> You can use Docbook and one of several open-source toolsets.
> You can use Docbook and a unique assembly of tools.

You want to argue that Structured Frame can be use as a universal toolset,
regardless of the data semantics involved. That is fair enough. My point was
never to dispute that. My point was and is to dispute the notion that to
adopt Docbook is to adopt XML.

And that really brings us back to the one and only essentail point here:


We can argue round and round as much as we like about that the word
"application" means or what the precise technical configuration of Frame and
Word may be in respect to DocBook or their own file formats but one clear
and simple point still needs to be understood:


> Whether you start with your own DTD, a pared down Docbook DTD, or a
> Docbook plus your own requirements, the Docbook standard is still useful
> interchange with other Docbook conscious systems.

Agreed completely. But the choice among the alternative you present is based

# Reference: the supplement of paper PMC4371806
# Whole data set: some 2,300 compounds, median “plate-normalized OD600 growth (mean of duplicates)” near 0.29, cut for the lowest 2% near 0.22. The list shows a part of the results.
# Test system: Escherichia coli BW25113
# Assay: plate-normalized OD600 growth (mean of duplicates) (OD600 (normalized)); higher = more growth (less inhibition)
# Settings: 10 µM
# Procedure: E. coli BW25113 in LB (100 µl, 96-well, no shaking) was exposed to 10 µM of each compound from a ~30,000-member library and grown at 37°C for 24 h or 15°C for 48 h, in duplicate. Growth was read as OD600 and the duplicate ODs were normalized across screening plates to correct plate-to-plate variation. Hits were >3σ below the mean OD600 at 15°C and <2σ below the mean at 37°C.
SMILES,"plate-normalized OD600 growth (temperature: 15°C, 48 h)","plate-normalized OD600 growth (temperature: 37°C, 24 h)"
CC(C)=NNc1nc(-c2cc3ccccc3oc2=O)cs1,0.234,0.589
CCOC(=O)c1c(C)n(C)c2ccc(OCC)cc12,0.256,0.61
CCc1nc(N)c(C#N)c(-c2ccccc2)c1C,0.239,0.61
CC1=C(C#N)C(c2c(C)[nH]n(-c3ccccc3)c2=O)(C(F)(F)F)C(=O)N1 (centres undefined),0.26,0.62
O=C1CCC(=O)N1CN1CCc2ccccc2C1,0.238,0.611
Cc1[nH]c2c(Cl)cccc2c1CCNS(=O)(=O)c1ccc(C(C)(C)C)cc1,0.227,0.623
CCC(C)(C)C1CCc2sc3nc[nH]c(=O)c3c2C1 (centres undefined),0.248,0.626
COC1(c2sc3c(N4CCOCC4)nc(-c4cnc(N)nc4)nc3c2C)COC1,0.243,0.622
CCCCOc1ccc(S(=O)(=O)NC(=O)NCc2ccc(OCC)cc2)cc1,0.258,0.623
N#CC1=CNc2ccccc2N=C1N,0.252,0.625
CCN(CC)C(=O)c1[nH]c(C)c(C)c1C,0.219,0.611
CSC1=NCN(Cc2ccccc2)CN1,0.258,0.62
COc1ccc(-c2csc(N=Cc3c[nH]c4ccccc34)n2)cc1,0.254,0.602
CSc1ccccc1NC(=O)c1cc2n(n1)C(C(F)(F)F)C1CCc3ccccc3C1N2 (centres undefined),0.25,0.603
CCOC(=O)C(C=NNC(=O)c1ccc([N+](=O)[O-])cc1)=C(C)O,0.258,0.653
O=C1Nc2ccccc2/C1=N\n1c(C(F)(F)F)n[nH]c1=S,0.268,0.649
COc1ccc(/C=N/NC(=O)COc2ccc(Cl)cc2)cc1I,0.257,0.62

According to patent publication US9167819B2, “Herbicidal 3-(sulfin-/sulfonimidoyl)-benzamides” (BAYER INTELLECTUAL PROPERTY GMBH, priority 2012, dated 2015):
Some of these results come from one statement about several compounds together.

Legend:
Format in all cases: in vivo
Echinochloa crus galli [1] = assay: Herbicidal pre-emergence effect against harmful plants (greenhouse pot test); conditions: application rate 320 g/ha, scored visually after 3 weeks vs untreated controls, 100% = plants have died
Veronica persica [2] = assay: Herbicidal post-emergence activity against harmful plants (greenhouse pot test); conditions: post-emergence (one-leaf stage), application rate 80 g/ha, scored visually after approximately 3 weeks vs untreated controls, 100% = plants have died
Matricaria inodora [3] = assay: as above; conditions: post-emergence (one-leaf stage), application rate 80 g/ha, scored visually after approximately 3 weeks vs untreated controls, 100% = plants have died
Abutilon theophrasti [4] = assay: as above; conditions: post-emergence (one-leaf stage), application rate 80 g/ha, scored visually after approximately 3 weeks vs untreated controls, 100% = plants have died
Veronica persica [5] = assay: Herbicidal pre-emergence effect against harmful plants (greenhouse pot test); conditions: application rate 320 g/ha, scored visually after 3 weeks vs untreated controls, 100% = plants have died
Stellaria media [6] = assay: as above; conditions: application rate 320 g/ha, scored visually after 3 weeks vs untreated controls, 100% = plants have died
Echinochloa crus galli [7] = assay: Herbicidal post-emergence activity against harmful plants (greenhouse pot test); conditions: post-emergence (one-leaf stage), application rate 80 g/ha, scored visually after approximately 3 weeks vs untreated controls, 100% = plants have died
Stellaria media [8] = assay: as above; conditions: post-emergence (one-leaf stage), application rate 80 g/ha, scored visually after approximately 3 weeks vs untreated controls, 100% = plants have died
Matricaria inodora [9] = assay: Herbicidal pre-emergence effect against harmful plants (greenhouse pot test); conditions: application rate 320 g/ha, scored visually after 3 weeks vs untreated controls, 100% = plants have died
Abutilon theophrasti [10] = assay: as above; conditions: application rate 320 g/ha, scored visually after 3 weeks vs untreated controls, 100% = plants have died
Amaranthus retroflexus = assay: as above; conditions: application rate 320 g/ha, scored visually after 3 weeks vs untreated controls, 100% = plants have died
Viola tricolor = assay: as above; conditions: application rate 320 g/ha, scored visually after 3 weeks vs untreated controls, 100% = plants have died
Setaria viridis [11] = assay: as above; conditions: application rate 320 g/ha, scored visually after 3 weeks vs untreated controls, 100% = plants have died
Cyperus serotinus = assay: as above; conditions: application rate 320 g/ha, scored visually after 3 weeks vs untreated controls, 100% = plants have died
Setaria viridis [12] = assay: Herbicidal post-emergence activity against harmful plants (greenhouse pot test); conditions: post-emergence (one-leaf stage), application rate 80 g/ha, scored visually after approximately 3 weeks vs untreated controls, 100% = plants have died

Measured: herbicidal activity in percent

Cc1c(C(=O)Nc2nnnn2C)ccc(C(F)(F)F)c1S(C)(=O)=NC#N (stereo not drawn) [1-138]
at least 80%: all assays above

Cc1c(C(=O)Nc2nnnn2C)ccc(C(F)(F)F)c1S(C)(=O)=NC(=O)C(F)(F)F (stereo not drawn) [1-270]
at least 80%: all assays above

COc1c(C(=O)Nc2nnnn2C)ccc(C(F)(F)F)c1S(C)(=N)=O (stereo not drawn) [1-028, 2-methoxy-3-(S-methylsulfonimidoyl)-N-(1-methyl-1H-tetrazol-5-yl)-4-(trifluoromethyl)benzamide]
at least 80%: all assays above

on the data semantics you need to drive the process you need to efficiently
create and deliver the information you need. The choice is between existing
formats with existing tools, and custom formats for which you will have to
create custom tools. But until you start to create custom formats you are
not using XML yourself, you are just using something that uses XML,


> That's what XSLT is for.

Now whose doing it?! XSLT is just one on many approaches you can use to
transform data from one representation to another. The are many

> All this discussion, at not one word of the advantages or disadvantages of
> Docbook structure. Blech.

Mostly agreed. I have repeatedly asked the proponents of Docbook to defend
its specific merits as a format. All they come back with is the assertion
that it is a standard.

I, on the other hand, have written about some of the disadvantages of the
Docbook structure, pointing out that it is too big, too loose, and too